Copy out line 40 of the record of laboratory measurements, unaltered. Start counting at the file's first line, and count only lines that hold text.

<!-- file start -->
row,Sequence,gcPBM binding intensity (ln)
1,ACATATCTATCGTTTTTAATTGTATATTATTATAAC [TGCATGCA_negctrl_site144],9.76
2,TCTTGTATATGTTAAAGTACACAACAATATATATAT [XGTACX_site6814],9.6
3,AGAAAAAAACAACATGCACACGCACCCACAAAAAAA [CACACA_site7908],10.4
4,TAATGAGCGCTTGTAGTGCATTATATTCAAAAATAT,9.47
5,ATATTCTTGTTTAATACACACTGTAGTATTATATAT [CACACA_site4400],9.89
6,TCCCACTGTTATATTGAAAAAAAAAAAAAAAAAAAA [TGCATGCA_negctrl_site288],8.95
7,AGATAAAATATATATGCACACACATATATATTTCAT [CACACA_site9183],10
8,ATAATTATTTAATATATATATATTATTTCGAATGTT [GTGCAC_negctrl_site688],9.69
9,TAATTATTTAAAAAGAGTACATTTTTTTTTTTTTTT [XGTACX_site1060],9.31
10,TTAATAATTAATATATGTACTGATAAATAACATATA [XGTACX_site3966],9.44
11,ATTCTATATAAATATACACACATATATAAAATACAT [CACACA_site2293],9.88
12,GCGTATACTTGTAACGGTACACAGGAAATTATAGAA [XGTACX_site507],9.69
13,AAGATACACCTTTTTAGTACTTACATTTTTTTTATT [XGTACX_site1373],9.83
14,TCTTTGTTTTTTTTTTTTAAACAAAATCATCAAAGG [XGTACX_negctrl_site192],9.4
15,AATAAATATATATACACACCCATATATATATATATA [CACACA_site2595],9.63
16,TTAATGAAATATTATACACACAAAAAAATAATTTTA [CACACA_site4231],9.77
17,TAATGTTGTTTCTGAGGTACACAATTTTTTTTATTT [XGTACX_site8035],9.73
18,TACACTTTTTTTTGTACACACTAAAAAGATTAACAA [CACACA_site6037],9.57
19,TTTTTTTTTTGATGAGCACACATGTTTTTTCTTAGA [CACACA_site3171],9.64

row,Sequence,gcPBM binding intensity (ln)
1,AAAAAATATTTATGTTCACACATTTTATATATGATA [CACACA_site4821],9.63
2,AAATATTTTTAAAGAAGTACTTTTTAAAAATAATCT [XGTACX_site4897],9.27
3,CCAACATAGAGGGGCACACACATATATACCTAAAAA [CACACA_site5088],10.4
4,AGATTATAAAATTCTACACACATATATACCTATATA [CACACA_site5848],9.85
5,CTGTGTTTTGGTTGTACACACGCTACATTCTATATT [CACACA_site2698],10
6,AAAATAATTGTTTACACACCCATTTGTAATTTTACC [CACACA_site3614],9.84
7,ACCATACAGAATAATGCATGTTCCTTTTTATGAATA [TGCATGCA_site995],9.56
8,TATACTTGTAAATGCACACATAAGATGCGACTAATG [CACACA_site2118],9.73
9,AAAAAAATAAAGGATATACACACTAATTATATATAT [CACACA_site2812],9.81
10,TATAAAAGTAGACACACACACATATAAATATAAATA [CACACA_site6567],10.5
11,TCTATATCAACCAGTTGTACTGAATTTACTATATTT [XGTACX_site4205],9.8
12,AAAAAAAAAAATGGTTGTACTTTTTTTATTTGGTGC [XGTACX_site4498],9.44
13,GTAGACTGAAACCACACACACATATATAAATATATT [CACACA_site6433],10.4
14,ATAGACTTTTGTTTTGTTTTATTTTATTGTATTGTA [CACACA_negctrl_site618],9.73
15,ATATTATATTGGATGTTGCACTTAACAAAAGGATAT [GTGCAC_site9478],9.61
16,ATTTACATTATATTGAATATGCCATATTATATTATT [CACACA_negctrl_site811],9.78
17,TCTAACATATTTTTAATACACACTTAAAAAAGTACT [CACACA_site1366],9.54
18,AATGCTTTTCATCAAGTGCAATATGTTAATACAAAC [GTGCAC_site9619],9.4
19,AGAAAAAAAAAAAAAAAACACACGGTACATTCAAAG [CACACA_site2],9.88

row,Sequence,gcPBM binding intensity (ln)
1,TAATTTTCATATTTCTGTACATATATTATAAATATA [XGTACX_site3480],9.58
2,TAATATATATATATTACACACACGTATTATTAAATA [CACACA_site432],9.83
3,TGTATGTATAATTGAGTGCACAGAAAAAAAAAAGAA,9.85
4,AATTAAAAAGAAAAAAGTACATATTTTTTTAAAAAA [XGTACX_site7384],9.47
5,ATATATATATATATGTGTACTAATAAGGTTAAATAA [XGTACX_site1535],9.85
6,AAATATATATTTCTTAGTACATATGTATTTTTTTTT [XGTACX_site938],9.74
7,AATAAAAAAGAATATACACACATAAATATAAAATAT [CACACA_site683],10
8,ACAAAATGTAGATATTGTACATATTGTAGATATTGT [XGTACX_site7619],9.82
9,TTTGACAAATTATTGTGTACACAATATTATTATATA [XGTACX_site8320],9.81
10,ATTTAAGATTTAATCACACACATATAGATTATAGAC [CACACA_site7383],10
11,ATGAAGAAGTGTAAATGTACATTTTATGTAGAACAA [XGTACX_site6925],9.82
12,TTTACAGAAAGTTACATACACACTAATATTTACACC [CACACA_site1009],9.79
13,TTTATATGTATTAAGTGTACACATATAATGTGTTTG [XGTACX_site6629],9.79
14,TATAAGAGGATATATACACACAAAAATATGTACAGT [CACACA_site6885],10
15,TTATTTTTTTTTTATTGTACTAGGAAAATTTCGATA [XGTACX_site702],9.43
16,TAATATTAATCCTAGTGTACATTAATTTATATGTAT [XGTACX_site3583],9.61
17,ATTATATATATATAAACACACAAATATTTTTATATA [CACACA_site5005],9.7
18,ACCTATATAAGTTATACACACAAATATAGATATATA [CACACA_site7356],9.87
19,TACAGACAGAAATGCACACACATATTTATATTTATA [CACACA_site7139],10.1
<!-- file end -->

19,AGAAAAAAAAAAAAAAAACACACGGTACATTCAAAG [CACACA_site2],9.88